To read the articles published in the two italian newspapers you can click HERE and HERE.

"The Forgetting Machine": Rodrigo's latest book

"The Forgetting Machine": Rodrigo's latest book

Posted by vz12 at Oct 11, 2017 11:27 AM |

If we lose our memories, are we still ourselves? Is identity merely a collection of electrical impulses? What separates us from animals, or from computers?

From Plato to Westworld, these questions have fascinated and befuddled philosophers, artists, and scientists for centuries. In The Forgetting Machine, neuroscientist Rodrigo Quian Quiroga explains how the mechanics of memory illuminates these discussions, with implications for everything from understanding Alzheimer's disease to the technology of Artificial Intelligence.

You'll also learn about the research behind what Quian Quiroga coined "Jennifer Aniston Neurons," cells in the human brain that are responsible for representing specific concepts, such as recognizing a certain celebrity's face. The discovery of these neurons opens new windows into the workings of human memory.

In this accessible, fascinating look at the science of remembering, discover how we turn perceptions into memories, how language shapes our experiences, and the crucial role forgetting plays in human recollection. You'll see how electricity, chemistry, and abstraction combine to form something more than the human brain, the human mind. And you'll gain surprising insight into what our brains can tell us about who we are.

The Forgetting Machine takes us on a journey through science and science fiction, philosophy and identity, using what we know about how we remember (and forget) to explore the very roots of what makes us human

Jennifer Aniston neuron in Canal 22

Posted by vz12 at Oct 11, 2017 09:50 AM |

Our work was featured in Canal 22, a Mexican television programme.
Watch the full video below or follow this link.

How do we recognize a face?

How do we recognize a face?

Posted by vz12 at Jun 02, 2017 10:48 AM |

A preview of a spectacular finding by Doris Tsao's lab about how we recognise faces.
http://www.cell.com/cell/pdf/S0092-8674(17)30539-1.pdf

You can find some press releases of the news following the links below:
Science
The Guardian
New York Times
ScienceNews
SciAm

"La expression" highlights our research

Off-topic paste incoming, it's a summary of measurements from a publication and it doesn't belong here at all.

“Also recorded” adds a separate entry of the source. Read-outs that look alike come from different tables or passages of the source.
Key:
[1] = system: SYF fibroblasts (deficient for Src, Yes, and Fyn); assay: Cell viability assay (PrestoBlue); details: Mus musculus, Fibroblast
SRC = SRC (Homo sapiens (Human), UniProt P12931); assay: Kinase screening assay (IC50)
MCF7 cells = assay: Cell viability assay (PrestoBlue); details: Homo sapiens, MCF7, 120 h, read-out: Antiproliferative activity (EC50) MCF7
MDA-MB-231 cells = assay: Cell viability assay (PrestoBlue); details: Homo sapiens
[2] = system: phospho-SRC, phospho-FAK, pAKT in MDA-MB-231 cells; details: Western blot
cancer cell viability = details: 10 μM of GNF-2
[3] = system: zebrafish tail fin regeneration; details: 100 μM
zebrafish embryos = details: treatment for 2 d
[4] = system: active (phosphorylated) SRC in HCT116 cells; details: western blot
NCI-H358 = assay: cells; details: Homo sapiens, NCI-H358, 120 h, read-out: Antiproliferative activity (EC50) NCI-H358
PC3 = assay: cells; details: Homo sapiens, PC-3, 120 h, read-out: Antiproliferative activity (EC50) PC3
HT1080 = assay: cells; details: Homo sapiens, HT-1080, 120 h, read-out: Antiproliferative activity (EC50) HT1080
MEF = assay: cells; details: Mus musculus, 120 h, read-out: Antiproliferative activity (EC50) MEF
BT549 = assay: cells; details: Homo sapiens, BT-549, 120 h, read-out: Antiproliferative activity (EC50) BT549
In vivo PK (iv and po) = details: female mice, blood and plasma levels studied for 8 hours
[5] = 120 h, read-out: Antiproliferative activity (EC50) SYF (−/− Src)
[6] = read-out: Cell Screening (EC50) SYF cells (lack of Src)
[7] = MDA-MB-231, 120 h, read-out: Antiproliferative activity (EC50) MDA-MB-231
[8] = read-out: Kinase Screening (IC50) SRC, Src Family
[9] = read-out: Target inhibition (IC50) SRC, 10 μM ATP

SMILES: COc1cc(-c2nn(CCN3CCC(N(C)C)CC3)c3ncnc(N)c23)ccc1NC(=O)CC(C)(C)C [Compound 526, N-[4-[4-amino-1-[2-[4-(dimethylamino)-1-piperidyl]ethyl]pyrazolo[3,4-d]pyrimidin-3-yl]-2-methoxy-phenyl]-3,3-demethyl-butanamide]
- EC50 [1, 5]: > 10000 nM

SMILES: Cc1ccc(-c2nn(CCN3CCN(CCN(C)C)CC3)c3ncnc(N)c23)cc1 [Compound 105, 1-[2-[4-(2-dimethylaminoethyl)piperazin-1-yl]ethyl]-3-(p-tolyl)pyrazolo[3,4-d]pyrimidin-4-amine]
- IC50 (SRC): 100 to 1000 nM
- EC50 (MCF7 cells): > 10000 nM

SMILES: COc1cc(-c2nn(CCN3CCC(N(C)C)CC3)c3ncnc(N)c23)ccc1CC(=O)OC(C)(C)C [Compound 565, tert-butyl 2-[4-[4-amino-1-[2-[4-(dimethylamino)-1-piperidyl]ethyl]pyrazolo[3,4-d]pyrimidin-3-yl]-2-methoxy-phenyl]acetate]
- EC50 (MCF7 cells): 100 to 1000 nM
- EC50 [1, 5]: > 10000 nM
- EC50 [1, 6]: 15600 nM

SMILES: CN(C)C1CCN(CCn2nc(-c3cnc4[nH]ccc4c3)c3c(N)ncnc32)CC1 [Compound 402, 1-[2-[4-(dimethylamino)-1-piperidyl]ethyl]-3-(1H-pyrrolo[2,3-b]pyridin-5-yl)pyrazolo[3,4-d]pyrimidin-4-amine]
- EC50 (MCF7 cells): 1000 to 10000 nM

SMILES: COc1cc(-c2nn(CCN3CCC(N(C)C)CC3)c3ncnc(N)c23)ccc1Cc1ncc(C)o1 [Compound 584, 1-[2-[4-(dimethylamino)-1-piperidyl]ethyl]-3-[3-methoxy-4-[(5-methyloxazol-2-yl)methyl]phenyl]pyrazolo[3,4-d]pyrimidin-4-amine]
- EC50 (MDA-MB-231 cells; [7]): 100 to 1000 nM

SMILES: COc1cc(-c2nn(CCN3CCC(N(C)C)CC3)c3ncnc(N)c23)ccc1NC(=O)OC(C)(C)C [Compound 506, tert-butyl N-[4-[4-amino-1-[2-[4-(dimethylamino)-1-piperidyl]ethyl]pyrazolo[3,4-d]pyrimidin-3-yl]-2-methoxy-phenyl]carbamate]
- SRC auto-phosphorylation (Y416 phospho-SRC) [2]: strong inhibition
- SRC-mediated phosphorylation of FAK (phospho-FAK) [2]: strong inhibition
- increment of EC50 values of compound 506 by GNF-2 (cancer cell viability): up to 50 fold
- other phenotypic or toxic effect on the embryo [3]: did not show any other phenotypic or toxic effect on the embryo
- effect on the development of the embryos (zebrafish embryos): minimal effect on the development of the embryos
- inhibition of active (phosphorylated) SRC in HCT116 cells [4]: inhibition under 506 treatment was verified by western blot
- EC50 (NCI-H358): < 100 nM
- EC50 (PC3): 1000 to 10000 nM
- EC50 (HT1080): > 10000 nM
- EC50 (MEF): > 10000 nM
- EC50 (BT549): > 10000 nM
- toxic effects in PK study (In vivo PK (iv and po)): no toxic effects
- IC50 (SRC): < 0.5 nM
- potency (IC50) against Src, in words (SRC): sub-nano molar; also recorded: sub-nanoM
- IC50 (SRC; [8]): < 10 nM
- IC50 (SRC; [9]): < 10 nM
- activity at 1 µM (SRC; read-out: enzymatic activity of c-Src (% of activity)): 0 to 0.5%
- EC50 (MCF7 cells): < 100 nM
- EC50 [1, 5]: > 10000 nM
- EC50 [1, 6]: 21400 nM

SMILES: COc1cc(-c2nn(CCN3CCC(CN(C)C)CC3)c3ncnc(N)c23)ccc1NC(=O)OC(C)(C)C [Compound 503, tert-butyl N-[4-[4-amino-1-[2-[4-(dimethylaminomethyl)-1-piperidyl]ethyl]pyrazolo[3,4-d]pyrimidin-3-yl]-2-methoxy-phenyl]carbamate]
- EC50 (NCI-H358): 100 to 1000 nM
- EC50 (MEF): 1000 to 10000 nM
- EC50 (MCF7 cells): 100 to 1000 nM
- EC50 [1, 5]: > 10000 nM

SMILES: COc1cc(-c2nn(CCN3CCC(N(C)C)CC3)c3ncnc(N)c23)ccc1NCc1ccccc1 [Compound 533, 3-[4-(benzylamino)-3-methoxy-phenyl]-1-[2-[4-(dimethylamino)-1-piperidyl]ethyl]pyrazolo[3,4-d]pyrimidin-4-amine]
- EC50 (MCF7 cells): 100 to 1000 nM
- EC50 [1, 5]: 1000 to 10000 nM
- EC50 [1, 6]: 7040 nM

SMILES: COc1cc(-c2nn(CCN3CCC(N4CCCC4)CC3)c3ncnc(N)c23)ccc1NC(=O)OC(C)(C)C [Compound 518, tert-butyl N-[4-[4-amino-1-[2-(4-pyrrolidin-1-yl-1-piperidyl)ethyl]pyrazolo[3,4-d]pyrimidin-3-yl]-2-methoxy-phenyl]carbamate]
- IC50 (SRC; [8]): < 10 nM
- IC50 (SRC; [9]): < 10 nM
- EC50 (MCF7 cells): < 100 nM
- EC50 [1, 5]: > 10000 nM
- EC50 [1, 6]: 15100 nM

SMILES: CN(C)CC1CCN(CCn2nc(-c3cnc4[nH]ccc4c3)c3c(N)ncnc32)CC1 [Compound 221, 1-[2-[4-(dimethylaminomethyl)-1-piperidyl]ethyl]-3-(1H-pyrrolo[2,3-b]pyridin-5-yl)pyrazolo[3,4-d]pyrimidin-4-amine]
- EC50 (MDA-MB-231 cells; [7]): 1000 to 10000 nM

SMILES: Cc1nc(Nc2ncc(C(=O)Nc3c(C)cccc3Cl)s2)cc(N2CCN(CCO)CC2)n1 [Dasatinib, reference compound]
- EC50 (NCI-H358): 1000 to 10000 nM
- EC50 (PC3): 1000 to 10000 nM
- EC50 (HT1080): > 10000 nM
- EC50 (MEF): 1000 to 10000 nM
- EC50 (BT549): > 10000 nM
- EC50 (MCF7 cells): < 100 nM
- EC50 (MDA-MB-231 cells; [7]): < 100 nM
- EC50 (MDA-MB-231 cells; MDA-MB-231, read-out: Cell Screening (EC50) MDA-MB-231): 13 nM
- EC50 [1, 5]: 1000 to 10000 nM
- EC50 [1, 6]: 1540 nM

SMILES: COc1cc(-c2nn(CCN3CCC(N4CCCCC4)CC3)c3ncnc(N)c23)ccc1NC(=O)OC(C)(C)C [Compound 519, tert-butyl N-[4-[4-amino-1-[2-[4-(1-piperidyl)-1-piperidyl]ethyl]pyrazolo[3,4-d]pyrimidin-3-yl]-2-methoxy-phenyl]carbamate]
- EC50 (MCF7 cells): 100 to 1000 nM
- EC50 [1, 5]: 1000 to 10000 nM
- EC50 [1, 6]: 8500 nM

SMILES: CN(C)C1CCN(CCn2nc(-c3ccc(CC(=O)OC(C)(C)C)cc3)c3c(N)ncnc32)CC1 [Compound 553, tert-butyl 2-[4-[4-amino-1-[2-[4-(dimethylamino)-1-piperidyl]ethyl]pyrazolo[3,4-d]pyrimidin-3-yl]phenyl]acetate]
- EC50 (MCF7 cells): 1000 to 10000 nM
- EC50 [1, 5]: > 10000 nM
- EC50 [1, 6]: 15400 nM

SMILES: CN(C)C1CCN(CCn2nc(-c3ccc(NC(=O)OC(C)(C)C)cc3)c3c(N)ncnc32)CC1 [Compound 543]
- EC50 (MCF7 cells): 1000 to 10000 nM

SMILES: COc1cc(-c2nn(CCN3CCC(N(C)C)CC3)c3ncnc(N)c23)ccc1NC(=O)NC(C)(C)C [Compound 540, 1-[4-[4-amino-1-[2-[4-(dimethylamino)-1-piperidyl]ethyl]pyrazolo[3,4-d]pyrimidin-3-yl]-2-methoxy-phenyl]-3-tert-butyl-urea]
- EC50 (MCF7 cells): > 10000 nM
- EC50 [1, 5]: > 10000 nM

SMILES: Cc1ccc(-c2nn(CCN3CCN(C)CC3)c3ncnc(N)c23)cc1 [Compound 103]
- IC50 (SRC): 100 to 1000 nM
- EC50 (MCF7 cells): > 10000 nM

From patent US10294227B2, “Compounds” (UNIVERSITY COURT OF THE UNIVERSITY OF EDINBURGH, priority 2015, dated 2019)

"La expression" highlights our research

Posted by vz12 at Jun 01, 2017 11:48 AM |

An article on the process leading to memory formation has been published in the the Mexican online magazine "La Expression".
It features the research carried out in the Centre and recently published in the scientific journal "Neuron".

The article can be found here.
Come se forman los recuerdos en el cerebro?

Jennifer Aniston neuron in the Spanish press

Jennifer Aniston neuron in the Spanish press

Posted by vz12 at Jun 01, 2017 11:35 AM |

The Spanish magazine "ABC Gente" have published an article about the discovery and the function of Jthe ennifer Aniston neuron.

You can find it here.
La neurona de Jennifer Aniston

A black comedy inspired by our research

A black comedy inspired by our research

Posted by vz12 at May 10, 2017 10:20 AM |

"Coseche 48", a comedy of fiction inspired by the discovery of the "Jennifer Aniston" neuron, is released in Argentina.
Can memories be manipulated? Is there a formula to remember? The questions will be unveiled in "Cosecha 48".
Romina Triunfo, together with Santiago Martín, are the producers of this work, directed by Nicolás Acosta, Gabriella Aly, who is inspired by the work of Argentinian scientist Rodrigo Quian Quiroga.

“The scientific question is central to the work, given that the starting point was Quian Quiroga's research. The main attraction is the possibility of seeing a comedy of science fiction in the theater, where drama and acting merge in a story that flows and summons the viewer" explains Romina.

http://leedor.com/2017/05/25/cosecha-48-el-olvido-no-muere-nicolas-acosta/

http://launion.com.ar/una-tesis-sobre-la-manipulacion-de-recuerdos-en-cosecha-48/

Tiempo features the Jennifer Aniston Neuron

Tiempo features the Jennifer Aniston Neuron

Posted by aa783 at Mar 01, 2017 04:35 PM |